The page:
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A Cure For "All Streets": Gross National Happiness

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New money religion:

"Gross Domestic Product (GDP) is the value of total production of goods and services in a country over a specified period, typically a year. How much GDP grows from one period to the next is an indication of a country's economic health."

Old money religion:

"Watch out! Be on your guard against all kinds of greed; a person's life does not consist in the abundance of their possessions."

Right here on planet earth, in our day, old money religion meets new money religion. In Jigme Khesar Namgyel Wangchuck's December 17, 2006, coronation address the fifth king of Bhutan proclaimed that fulfilling the vision of Gross National Happiness will be one of the primary responsibilities of his reign.

"Our country, in these changing times finds immense new challenges and opportunities, whatever work we do, whatever goals we have - and no matter how these may change in this changing world - ultimately without peace, security and happiness we have nothing," Khesar said. "That is the essence of the philosophy of Gross National Happiness. Our most important goal is the peace and happiness of our people and the security and sovereignty of the nation."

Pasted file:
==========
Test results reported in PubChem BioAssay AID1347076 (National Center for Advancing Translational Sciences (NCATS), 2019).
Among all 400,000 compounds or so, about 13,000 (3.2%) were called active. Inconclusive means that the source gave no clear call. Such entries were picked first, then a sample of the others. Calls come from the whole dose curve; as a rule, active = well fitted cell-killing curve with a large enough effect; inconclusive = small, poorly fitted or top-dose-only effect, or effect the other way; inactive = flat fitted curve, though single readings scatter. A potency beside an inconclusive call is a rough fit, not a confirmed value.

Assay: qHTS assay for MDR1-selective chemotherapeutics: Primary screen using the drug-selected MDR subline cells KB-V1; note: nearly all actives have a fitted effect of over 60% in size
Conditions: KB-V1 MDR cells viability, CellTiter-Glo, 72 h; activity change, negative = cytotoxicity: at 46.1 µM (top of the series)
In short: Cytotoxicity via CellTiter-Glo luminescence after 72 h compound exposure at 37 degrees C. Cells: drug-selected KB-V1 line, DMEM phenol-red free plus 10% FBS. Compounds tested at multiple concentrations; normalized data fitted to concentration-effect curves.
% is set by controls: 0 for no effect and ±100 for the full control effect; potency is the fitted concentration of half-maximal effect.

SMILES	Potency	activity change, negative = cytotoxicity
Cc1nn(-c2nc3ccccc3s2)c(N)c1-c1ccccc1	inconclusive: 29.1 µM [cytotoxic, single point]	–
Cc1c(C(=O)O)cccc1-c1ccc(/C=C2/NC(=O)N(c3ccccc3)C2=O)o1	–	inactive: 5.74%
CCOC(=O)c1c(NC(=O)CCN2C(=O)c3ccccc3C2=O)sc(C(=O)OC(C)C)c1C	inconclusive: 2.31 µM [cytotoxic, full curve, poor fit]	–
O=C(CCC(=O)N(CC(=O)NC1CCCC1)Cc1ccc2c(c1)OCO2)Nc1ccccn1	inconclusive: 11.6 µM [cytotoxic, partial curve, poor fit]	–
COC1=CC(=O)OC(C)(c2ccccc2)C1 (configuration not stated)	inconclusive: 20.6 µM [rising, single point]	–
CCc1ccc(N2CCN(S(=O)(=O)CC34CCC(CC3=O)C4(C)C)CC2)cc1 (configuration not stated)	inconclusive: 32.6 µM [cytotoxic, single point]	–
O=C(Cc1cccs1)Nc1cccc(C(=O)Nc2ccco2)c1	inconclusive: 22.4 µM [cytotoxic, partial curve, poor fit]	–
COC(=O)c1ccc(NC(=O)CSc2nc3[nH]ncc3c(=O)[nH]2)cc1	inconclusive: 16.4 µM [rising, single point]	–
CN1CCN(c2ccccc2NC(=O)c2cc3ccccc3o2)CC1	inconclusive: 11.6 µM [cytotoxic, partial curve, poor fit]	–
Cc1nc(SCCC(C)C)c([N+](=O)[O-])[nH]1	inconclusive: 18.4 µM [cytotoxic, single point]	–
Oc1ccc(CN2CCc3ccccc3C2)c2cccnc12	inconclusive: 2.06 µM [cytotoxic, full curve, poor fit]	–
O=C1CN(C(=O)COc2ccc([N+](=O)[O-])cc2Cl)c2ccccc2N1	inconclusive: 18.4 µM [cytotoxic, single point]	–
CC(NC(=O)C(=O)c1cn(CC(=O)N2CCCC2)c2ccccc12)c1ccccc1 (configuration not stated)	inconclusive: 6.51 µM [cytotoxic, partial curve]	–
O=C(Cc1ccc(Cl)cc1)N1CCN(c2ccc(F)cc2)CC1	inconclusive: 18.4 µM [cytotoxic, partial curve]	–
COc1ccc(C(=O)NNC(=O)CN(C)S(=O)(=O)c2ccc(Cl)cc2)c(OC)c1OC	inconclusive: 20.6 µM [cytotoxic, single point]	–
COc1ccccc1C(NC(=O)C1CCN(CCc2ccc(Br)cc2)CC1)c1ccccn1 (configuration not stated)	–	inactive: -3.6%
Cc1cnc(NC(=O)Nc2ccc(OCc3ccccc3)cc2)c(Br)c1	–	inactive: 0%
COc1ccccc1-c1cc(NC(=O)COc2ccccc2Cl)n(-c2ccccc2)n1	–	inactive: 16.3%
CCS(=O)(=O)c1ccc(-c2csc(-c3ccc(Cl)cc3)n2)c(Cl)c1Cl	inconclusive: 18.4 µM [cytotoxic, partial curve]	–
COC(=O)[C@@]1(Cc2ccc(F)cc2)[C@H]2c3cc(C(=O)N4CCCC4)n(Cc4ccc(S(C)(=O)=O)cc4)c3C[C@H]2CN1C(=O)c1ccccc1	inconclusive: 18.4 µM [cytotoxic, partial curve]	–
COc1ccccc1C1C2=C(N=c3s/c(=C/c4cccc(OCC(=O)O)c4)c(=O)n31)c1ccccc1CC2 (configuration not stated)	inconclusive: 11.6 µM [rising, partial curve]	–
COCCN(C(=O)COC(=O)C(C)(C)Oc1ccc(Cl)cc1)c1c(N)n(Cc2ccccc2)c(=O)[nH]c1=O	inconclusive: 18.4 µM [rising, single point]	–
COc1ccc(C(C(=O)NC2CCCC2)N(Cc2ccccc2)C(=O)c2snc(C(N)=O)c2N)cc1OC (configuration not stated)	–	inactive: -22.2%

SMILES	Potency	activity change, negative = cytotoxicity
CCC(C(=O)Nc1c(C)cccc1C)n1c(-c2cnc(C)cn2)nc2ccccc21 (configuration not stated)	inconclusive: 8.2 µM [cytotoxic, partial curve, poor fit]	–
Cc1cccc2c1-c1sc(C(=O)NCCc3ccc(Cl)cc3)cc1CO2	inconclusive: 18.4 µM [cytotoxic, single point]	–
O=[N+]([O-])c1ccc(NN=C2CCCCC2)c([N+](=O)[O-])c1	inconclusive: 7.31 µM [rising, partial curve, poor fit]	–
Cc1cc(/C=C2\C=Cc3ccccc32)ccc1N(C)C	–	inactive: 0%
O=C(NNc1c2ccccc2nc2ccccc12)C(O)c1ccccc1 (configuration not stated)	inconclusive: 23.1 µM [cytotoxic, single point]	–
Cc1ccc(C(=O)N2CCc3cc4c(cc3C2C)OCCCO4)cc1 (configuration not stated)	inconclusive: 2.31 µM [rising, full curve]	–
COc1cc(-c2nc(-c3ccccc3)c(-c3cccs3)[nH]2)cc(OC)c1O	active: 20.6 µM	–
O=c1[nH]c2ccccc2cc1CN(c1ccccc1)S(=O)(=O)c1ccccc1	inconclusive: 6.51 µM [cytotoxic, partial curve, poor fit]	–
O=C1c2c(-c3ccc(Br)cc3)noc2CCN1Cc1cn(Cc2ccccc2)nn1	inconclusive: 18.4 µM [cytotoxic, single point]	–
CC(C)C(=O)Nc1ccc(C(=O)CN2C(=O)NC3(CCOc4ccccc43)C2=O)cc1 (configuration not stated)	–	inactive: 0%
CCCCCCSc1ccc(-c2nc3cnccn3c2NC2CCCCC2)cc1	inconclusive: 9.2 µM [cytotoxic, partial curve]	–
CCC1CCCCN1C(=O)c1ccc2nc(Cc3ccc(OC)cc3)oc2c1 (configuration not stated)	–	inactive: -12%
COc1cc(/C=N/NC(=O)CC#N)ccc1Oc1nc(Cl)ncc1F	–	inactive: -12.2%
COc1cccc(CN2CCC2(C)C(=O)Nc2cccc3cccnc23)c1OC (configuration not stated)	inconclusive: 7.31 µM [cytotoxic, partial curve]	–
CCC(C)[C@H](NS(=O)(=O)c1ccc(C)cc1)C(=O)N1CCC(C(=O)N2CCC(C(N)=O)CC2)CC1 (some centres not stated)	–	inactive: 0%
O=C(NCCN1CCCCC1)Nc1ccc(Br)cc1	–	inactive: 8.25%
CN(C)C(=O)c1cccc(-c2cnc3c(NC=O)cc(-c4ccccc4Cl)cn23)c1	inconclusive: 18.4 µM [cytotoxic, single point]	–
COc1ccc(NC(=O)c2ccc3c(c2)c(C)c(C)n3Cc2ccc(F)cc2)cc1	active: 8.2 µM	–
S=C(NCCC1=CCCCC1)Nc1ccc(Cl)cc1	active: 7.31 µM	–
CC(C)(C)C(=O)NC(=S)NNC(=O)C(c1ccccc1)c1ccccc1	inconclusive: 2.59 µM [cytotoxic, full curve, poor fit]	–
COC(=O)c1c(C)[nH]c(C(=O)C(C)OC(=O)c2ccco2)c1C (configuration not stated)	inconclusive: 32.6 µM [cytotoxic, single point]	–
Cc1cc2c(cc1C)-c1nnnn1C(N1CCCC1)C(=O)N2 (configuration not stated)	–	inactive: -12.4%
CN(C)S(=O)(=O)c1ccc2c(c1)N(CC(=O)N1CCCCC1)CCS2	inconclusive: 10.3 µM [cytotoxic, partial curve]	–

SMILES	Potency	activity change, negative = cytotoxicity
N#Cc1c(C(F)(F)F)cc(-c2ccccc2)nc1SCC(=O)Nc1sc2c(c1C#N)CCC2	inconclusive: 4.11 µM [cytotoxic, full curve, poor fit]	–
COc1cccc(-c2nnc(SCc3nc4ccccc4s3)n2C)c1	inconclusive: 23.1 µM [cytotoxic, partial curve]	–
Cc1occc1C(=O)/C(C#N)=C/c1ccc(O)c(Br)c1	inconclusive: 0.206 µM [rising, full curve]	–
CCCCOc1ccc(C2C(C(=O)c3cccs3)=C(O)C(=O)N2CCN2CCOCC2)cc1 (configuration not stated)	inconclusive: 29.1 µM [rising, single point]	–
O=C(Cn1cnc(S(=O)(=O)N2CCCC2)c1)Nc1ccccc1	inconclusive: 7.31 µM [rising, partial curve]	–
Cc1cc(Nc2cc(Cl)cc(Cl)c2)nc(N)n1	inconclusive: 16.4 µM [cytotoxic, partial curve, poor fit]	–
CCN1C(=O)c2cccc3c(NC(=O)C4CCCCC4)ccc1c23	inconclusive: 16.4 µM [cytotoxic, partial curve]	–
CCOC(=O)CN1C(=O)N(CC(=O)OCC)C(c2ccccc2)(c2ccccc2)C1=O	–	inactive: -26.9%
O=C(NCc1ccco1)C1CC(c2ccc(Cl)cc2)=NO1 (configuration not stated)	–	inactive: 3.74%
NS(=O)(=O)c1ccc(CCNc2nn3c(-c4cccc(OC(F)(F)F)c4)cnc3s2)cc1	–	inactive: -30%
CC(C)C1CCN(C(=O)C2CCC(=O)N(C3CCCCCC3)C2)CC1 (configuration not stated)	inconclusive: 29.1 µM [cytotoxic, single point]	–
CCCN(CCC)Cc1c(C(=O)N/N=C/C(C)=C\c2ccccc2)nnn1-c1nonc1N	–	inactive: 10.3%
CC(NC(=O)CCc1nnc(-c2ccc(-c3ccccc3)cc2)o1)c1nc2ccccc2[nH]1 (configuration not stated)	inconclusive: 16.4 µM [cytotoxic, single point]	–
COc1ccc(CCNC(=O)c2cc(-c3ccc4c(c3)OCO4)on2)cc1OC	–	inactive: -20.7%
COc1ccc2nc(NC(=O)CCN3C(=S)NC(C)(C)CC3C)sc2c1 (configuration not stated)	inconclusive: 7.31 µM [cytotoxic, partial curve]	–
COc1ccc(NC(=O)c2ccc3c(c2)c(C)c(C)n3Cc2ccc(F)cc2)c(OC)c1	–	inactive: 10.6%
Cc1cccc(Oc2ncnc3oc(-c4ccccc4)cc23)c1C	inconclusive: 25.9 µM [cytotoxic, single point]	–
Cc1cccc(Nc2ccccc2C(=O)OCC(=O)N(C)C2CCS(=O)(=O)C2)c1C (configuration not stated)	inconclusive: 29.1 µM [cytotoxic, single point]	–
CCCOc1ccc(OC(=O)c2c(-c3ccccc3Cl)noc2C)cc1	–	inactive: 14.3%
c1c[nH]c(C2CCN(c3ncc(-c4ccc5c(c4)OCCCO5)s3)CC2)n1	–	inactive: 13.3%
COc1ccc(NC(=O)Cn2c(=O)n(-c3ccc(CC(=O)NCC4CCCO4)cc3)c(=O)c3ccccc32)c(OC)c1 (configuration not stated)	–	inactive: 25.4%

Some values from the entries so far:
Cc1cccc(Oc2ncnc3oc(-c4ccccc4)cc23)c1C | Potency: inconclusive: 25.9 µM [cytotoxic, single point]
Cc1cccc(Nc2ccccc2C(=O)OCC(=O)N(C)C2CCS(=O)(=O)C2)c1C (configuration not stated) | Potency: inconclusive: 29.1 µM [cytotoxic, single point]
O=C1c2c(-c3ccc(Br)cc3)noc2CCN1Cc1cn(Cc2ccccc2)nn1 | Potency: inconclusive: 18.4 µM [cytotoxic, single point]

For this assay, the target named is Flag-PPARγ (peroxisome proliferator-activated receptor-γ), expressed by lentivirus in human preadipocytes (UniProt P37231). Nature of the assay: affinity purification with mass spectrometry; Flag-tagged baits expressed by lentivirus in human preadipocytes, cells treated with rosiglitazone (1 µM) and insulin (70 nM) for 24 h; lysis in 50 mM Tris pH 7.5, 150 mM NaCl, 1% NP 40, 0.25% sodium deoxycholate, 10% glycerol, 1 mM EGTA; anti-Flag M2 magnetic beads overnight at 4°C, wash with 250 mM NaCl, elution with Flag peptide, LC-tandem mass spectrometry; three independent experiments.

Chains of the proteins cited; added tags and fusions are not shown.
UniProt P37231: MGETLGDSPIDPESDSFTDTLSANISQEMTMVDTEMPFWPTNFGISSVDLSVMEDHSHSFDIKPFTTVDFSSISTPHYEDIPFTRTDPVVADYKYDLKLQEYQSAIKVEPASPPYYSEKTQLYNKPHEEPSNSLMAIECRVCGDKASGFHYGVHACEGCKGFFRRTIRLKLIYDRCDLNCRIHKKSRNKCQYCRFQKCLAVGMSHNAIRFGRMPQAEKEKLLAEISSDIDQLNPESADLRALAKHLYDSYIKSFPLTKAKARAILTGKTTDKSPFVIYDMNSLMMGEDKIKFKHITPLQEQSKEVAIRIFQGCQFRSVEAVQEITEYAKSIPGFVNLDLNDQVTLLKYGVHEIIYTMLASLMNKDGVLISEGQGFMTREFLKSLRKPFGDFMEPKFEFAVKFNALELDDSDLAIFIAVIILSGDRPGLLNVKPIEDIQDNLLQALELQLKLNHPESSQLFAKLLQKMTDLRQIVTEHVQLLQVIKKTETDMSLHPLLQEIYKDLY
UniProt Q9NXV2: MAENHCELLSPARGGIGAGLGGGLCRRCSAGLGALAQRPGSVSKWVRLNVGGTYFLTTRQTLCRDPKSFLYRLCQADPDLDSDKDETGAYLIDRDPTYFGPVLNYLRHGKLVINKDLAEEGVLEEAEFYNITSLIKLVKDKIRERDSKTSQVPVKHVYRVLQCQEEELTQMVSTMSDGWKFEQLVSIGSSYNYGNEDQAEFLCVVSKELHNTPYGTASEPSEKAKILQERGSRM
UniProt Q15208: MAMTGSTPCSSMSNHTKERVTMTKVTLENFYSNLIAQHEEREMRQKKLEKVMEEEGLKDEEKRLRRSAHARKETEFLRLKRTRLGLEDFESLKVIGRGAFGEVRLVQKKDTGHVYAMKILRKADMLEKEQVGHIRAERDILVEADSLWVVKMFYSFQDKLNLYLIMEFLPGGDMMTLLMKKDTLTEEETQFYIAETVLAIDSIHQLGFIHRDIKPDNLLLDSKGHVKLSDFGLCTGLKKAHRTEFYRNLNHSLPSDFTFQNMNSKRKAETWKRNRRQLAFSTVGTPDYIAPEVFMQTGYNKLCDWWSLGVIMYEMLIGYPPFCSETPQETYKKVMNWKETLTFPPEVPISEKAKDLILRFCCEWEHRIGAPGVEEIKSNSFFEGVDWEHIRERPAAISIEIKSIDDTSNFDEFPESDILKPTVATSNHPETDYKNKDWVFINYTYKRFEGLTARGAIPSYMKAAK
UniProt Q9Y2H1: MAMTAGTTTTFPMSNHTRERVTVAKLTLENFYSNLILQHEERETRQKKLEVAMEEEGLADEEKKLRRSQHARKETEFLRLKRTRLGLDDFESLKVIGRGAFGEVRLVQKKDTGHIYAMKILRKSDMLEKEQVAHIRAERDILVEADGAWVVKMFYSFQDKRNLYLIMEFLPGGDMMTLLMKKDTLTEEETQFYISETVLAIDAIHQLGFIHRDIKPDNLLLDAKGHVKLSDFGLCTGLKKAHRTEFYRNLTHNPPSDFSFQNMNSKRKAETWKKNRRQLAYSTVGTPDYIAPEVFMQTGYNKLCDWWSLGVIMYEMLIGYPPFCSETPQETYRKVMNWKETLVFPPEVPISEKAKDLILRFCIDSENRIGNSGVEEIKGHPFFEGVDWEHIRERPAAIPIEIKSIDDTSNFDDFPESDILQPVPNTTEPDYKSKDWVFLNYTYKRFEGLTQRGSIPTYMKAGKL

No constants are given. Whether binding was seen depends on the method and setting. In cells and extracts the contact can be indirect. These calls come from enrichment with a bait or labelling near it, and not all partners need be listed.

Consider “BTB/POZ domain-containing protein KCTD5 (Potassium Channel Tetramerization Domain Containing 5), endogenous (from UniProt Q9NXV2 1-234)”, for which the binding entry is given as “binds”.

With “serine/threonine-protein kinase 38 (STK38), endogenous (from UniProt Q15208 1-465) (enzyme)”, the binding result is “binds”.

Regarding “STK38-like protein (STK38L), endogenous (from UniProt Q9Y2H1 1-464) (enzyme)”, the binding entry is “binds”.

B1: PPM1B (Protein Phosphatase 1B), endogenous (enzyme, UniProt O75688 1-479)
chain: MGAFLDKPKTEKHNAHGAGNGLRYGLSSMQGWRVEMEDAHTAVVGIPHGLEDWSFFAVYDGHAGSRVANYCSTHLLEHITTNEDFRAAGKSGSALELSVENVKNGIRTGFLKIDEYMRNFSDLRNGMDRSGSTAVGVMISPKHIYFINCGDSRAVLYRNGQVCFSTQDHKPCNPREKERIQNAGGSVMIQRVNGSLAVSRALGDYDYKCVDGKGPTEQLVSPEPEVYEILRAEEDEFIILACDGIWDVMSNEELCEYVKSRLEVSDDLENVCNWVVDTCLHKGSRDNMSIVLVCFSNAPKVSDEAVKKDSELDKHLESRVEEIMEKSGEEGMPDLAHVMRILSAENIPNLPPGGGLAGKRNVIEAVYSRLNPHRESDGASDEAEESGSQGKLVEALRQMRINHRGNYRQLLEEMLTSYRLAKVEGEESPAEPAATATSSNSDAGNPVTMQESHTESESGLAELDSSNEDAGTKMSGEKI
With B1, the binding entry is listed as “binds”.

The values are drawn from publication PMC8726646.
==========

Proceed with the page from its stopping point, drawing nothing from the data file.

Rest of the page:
Gross National Happiness consists of nine core dimensions:

1. Psychological Well-being
2. Time Use
3. Community Vitality
4. Culture
5. Health
6. Education
7. Environmental Diversity
8. Living Standard
9. Governance

New money religion is one dimensional and predicated on forever-increasing consumption.

Federal Reserve chairman Ben Bernanke speaking before the House Budget Committee on June 9 reassured the legislators.

"Even with a pullback in government stimulus, strengthening consumer spending should be sufficient to support the nascent recovery," Bernanke said.

Old money religion speaks a contrasting story.

"The ground of a certain rich man produced a good crop. He thought to himself, 'What shall I do? I have no place to store my crops.'

"Then he said, 'This is what I'll do. I will tear down my barns and build bigger ones, and there I will store all my grain and my goods. And I'll say to myself, "You have plenty of good things laid up for many years. Take life easy; eat, drink and be merry."'

But God said to him, `Fool! This night your soul is required of you; and the things you have prepared, whose will they be?'

"This is how it will be with anyone who stores up things for himself but is not rich toward God."

An ancient Jewish avatar and a Contemporary Buddhist King unite old money religion and new money religion in an eternal ethos.

"My deepest concern is that as the world changes we may lose these fundamental values on which rest our character as a nation and people. It is critical that we are able to recognize Bhutanese character irrespective of how far we look back into the past or into the future...the character of our people and the nature of our fundamental values have remained unchanged. Henceforth, as even more dramatic changes transform the world and our nation, as long as we continue to pursue the simple and timeless goal of being good human beings, and as long as we strive to build a nation that stands for everything that is good, we can ensure that our future generations for hundreds of years will live in happiness and peace."

How do you say "Amen!" in Buddhist?